'Trojan Horse' school parents speak out about claims
Parents of children attending Nansen Primary, one of the Birmingham schools caught up in the Trojan Horse claims, remain almost entirely loyal to the school - but they are angry. And some are very worried.
Nansen sits opposite its elder brother, Park View, in a grey, quiet street to the north-east of Birmingham town centre.
As the rain falls hesitantly from the sky during the morning school run, a man with an Alsatian dog on a lead shouts at the TV vans with satellite dishes parked outside the school gates they were the "very worst kind".
Mothers and fathers lead their small children by the hand, blinking, through the media furore.
One young mother, Shahedah Shah, whose son is at Nansen, is worried.
She says had been thinking about which secondary school to send her child to. He had a place at Park View.
"These reports about extremism [in Park View] are very concerning," she says. "We don't know what is going on in there.
"When you are deciding what school to send your children to, and you hear these things about the school they are supposed to be going to, it is very worrying.
"I am not going to send my son to Park View now. I will send him elsewhere."
But another young mum, who wished to remain unnamed, says such reports were giving the schools a "bad reputation".
"It is unfair. The kids just want to learn and there is no proof or evidence of any of these incidents of extremism," she says.
"You wouldn't hear this about Christian or Catholic schools. Why Muslim? The kids are scared about the attention. They don't know what's going on."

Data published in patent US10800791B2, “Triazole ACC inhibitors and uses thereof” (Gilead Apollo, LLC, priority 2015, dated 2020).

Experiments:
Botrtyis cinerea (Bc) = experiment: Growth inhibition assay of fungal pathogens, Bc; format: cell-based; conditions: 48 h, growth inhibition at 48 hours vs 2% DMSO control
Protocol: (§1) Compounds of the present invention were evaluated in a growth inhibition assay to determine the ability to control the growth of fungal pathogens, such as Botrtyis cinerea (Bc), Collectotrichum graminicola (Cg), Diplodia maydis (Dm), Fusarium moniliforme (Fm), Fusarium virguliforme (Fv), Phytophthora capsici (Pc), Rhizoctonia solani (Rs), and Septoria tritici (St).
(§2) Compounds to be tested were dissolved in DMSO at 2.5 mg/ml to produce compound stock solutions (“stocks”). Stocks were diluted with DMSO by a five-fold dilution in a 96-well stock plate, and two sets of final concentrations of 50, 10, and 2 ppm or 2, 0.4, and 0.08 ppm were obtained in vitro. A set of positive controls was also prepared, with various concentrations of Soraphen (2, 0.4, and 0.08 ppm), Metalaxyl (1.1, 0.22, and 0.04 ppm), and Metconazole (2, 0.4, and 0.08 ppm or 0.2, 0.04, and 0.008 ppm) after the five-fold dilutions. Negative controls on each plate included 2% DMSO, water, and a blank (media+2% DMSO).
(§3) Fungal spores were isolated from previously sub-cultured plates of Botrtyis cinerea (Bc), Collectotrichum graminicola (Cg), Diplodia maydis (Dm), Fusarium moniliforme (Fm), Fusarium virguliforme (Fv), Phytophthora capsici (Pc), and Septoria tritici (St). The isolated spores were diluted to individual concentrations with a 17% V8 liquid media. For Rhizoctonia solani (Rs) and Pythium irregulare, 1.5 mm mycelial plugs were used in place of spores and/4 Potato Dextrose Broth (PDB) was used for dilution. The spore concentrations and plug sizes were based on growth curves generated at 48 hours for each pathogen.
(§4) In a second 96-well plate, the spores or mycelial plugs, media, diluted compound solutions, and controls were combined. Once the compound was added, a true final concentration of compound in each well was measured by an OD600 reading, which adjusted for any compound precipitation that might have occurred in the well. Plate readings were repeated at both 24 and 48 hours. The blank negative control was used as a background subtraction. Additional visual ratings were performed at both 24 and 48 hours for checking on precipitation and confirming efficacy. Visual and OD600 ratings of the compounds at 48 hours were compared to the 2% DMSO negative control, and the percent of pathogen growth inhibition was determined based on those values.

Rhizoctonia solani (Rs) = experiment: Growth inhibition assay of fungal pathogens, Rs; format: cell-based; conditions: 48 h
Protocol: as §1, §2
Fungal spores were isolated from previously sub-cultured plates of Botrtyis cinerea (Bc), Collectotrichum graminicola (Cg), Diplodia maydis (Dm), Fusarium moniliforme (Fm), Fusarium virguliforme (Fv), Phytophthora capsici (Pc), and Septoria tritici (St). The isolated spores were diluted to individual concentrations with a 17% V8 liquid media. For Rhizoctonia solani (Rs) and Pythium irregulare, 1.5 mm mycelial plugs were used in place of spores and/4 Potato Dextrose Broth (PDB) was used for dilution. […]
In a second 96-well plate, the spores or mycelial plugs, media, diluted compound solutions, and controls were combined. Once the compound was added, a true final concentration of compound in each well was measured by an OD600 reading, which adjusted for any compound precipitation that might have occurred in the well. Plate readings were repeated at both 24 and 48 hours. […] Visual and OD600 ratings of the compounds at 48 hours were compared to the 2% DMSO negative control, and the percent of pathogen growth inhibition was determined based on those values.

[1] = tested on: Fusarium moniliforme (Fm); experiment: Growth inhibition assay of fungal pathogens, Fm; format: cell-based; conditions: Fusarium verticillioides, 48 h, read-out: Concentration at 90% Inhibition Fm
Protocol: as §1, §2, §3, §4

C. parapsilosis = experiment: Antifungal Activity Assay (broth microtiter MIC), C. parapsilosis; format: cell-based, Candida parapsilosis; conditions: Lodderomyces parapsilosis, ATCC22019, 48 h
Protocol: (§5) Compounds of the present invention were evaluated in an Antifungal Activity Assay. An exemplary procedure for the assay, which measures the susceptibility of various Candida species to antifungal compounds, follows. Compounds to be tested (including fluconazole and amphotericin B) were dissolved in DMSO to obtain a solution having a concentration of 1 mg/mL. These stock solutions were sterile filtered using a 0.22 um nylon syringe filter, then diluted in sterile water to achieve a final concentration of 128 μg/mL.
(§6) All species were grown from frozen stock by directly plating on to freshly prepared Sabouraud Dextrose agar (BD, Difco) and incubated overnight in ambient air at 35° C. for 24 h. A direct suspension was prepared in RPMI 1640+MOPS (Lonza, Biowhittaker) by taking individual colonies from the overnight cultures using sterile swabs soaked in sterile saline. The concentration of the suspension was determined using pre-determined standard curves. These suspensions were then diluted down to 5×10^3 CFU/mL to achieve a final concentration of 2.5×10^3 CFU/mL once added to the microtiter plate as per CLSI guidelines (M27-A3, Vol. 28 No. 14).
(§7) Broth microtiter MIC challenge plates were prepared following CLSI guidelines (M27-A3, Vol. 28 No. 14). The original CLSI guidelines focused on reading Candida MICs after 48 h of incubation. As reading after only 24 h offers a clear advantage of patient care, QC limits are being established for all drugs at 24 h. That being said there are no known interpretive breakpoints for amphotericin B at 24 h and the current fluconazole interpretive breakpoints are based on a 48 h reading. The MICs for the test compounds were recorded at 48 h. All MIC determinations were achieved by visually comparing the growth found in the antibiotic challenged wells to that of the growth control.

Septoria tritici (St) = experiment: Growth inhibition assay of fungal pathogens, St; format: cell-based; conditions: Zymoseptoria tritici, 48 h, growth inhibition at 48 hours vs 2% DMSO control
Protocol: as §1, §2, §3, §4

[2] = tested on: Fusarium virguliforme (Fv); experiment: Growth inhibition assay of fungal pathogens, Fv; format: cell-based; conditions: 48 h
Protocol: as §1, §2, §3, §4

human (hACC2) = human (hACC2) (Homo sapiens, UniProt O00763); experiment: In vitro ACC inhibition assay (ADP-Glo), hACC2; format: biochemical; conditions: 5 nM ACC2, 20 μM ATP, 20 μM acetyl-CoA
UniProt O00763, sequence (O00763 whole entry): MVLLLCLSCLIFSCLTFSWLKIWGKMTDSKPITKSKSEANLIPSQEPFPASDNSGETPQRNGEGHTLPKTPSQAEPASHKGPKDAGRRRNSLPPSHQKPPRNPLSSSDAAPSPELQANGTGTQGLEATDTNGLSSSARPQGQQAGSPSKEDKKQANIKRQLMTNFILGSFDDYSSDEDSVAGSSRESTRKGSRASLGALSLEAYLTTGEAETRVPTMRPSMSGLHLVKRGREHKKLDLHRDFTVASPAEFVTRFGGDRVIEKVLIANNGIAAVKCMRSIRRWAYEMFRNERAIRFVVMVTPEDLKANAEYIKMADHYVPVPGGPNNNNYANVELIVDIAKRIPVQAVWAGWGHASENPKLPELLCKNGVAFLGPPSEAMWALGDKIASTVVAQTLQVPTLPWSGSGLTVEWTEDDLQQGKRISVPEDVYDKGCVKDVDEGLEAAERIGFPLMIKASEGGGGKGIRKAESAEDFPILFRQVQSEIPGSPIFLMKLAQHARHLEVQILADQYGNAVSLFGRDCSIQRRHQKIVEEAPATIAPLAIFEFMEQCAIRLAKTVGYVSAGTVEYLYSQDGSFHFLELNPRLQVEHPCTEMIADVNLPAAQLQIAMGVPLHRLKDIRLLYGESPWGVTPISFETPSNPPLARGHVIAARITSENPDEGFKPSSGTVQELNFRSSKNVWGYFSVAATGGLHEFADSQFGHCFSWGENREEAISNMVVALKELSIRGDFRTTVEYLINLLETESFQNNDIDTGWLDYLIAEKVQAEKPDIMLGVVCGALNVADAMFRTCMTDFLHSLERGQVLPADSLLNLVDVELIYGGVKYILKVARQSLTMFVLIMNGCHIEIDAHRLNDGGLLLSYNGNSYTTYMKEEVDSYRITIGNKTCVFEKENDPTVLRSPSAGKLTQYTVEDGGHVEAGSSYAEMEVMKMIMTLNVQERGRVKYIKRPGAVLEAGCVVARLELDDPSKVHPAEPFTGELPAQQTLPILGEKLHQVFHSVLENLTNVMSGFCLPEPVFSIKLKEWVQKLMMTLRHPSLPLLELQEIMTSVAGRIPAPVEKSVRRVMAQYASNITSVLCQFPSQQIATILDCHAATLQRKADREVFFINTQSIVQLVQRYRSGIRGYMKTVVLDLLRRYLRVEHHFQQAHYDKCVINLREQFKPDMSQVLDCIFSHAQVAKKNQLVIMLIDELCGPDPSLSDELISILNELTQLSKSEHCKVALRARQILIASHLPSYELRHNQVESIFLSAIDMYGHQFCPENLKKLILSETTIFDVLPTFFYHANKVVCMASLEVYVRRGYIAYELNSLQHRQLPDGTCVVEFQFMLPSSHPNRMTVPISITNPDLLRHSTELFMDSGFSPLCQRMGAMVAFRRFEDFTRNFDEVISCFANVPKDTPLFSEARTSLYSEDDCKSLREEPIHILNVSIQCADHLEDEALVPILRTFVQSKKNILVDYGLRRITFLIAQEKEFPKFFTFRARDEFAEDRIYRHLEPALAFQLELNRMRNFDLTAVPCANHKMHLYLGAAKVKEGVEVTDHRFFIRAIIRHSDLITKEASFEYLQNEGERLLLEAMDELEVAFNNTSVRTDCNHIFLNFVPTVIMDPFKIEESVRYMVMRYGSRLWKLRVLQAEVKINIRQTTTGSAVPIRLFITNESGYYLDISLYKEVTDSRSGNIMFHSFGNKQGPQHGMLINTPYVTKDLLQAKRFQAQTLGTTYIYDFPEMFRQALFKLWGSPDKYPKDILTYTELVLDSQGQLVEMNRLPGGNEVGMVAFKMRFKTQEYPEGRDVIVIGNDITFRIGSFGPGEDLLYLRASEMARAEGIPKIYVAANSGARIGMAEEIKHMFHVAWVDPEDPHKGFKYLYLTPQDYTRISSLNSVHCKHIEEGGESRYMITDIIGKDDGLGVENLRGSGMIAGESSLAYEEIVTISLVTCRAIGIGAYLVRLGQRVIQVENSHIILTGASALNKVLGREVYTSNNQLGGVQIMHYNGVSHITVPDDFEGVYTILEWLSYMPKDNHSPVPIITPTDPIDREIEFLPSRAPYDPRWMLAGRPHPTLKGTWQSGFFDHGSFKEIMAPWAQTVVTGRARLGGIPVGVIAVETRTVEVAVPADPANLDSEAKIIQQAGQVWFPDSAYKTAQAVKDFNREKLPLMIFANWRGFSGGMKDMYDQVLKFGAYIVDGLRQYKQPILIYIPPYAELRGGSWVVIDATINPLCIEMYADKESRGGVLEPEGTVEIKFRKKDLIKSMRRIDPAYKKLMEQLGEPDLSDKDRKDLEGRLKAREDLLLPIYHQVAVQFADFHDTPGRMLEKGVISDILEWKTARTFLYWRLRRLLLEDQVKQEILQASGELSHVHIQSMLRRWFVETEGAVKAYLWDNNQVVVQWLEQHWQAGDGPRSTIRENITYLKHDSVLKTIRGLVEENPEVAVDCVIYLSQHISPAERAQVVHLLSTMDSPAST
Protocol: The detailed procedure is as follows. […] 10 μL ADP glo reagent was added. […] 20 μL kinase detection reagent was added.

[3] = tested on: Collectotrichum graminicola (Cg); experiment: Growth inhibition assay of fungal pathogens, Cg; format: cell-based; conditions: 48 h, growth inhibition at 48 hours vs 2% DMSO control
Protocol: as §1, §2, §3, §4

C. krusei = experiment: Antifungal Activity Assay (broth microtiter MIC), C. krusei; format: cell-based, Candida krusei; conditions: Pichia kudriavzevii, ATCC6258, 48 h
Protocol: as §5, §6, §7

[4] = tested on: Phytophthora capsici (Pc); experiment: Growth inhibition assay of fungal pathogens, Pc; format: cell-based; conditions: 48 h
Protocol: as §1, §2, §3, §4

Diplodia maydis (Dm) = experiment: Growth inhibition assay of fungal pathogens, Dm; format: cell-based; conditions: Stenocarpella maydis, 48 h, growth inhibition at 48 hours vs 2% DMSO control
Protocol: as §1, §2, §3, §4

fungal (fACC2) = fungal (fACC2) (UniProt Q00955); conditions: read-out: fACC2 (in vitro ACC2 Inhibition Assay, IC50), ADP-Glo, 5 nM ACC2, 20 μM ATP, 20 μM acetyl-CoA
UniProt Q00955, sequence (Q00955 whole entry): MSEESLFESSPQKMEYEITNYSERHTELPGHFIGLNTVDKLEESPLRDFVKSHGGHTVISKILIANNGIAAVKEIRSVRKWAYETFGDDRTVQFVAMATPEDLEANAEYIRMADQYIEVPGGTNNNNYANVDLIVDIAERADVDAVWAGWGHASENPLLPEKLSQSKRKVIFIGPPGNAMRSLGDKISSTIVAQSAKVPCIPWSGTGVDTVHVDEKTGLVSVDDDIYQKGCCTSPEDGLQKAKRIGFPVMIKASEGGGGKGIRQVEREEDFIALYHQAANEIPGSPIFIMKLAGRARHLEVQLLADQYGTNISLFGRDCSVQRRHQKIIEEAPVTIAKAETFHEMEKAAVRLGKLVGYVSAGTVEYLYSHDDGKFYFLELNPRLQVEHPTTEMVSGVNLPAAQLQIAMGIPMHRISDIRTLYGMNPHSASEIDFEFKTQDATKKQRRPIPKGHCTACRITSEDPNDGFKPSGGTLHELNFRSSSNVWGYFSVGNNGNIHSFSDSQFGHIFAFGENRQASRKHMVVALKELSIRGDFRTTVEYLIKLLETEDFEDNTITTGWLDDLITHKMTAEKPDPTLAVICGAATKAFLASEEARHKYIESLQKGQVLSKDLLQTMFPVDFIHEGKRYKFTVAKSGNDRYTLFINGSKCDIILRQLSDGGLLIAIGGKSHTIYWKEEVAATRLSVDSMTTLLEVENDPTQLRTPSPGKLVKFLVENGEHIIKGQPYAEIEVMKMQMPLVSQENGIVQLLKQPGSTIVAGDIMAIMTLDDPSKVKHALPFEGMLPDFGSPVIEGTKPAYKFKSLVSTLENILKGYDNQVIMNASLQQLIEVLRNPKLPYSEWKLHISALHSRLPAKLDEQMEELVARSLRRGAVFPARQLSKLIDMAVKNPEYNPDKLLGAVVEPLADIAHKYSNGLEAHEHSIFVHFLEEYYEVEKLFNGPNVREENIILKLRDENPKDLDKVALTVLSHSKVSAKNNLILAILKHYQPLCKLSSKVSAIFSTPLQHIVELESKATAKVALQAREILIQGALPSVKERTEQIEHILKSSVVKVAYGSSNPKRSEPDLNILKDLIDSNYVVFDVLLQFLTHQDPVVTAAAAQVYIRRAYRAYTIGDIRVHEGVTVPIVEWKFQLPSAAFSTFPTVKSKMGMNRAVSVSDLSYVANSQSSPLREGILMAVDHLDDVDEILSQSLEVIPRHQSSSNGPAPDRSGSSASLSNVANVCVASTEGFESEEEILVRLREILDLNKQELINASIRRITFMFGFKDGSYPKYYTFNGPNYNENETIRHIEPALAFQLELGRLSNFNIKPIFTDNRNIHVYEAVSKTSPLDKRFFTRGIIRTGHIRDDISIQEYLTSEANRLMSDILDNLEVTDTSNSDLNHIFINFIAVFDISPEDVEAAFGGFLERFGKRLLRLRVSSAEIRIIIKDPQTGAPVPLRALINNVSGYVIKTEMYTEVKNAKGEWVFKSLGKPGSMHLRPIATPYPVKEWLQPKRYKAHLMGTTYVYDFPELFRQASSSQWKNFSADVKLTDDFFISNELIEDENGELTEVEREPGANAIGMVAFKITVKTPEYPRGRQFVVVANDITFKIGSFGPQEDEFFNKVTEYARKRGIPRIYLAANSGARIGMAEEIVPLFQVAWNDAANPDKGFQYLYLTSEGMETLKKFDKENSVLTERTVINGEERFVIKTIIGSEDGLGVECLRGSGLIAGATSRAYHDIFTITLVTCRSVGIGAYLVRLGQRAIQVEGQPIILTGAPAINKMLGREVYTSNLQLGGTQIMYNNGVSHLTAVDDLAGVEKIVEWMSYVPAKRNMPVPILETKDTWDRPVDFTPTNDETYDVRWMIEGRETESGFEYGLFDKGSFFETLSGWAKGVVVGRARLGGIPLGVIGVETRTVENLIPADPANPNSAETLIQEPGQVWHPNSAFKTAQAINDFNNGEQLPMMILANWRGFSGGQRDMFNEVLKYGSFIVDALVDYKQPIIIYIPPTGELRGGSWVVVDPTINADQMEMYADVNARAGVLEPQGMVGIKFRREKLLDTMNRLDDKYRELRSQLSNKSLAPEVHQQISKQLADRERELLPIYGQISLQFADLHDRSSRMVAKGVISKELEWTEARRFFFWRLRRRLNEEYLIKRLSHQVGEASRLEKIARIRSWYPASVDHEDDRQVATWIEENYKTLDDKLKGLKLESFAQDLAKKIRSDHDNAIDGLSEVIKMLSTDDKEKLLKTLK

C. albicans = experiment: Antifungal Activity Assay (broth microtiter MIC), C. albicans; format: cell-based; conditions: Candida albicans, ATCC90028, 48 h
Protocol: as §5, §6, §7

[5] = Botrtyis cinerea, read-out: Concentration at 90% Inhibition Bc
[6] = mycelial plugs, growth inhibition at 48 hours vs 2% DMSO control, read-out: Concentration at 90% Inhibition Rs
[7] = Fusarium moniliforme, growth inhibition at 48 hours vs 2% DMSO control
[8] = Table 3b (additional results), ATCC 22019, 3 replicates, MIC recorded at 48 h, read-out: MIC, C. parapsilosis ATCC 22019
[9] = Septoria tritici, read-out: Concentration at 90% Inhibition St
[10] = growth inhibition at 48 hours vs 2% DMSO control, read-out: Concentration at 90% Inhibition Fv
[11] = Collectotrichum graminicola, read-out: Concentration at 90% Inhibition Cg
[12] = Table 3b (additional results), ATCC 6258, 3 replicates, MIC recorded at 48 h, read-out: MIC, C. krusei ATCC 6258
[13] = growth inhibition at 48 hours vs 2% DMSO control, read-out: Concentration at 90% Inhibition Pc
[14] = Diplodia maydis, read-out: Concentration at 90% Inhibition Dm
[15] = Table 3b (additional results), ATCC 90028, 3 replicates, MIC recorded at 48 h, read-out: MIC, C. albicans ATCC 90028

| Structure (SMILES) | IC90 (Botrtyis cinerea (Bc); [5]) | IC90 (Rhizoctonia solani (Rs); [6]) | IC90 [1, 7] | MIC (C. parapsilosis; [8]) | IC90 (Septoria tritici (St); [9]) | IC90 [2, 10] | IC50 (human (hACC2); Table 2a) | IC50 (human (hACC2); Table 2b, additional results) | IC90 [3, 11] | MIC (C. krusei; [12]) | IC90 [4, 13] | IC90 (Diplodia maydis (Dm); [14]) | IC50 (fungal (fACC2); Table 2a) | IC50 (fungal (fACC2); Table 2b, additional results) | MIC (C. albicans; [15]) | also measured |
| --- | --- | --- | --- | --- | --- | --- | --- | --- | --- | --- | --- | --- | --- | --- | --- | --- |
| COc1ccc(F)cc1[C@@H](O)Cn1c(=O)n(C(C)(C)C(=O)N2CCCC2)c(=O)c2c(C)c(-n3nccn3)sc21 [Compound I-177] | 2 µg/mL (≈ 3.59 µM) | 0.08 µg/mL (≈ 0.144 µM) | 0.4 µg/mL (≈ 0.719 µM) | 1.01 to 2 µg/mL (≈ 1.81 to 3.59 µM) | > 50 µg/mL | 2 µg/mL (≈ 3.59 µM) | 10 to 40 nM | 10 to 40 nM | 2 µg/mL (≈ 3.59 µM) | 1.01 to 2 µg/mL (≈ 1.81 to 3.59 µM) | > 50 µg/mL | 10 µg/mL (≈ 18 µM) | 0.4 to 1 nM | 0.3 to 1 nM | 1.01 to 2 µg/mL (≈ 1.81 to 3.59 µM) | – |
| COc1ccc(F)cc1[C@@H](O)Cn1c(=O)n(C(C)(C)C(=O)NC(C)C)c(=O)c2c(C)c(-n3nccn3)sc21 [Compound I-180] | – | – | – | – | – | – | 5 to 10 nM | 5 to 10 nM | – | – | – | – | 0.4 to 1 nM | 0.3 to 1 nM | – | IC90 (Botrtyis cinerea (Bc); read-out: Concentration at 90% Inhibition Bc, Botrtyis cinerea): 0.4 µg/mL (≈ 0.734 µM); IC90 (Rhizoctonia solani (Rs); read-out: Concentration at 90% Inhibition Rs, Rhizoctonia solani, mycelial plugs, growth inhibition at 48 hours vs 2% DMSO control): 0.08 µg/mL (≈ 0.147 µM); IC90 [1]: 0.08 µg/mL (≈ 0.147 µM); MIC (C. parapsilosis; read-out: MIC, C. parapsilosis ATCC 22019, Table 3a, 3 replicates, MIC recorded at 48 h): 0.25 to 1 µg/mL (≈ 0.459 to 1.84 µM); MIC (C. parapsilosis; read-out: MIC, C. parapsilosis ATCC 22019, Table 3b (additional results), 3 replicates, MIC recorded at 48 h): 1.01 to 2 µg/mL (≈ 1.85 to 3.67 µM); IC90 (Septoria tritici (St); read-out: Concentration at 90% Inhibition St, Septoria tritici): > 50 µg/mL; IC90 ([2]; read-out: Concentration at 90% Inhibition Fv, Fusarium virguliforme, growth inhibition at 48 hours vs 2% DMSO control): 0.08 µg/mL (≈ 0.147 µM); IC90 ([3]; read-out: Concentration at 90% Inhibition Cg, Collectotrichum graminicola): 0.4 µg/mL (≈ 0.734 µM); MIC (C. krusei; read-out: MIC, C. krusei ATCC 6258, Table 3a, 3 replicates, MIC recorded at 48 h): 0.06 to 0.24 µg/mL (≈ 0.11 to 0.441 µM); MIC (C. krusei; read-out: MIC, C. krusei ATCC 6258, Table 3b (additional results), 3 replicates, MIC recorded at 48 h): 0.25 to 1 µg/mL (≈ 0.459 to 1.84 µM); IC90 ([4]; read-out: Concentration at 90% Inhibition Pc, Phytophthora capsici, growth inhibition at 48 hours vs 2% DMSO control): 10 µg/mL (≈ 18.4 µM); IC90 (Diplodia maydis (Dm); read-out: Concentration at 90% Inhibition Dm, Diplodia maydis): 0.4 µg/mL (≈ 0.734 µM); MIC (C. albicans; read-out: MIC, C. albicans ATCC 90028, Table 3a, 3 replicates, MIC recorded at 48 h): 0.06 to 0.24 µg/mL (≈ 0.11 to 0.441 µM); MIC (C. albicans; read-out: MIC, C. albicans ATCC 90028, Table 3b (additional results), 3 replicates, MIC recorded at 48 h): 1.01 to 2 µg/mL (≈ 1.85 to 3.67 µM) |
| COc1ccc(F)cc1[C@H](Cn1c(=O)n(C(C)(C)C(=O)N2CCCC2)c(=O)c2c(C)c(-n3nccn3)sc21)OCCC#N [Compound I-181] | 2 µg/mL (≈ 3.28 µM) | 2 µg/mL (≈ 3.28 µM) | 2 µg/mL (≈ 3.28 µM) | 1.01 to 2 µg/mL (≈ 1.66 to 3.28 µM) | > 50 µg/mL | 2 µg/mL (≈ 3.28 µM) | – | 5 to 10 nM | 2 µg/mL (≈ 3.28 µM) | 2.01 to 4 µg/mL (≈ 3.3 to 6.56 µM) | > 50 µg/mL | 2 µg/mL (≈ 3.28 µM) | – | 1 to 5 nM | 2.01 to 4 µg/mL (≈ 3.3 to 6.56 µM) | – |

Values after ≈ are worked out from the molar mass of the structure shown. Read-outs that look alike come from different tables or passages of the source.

Minaz Murtaza, who has two children at Nansen, says she is "really happy" with the school.
"All children get a good education going in here. I would not be pleased if it shuts down," she adds.
She says she sends her son to Nansen to improve his English.
Ms Murtaza says she has heard about the "speaker business" - rumours of Muslim prayers being played through loudspeakers at some of the schools.
"There is Islamic praying here, but after school, not in lessons," she says, adding after school "all the children" used to pray.
She says during the prayers, there was a leader at the front praying with the children, but that they "know it by the heart, as they do it at home - they are not just doing it in their minds".
"I don't want my kids to learn anything wrong, like how to make a bomb," she says. "Just English and maths.
"They are worried about all the attention, it stresses them out. I am not worried about Park View though.
"If these allegations continue, it will get the wrong reputation and it will affect the kids."
'All completely untrue'
Ismail Abduille, who has three children at the primary school, agrees: "These rumours are not true, we are not worried. My kids are happy.
"Maybe some people are not happy with the school and they are using these stories as a way to show it.
"I haven't noticed segregation. My children would say if there were not happy, but they are. Like any school, there are good and bad bits, but it is mostly good."
Musaddik Ahmed's son is six years old. He says: "My main aim is for my son to learn English and to stay and learn maths and get a good education.
"I think these stories are not true. I am not taking any notice."
A mother of three children, who also did not want to be named, says she has been sending her children to Nansen for 12 years, and attended too when she was younger, and stresses it is a "good school".
"Please don't close this school," she says. "All the parents would like their children to stay in this school. If it closes there will be many problems for kids.
"We don't believe the stories about extremism.
"If we have seen anything in school, the kids would complain and that would be a sign of the problem, but it is all completely untrue."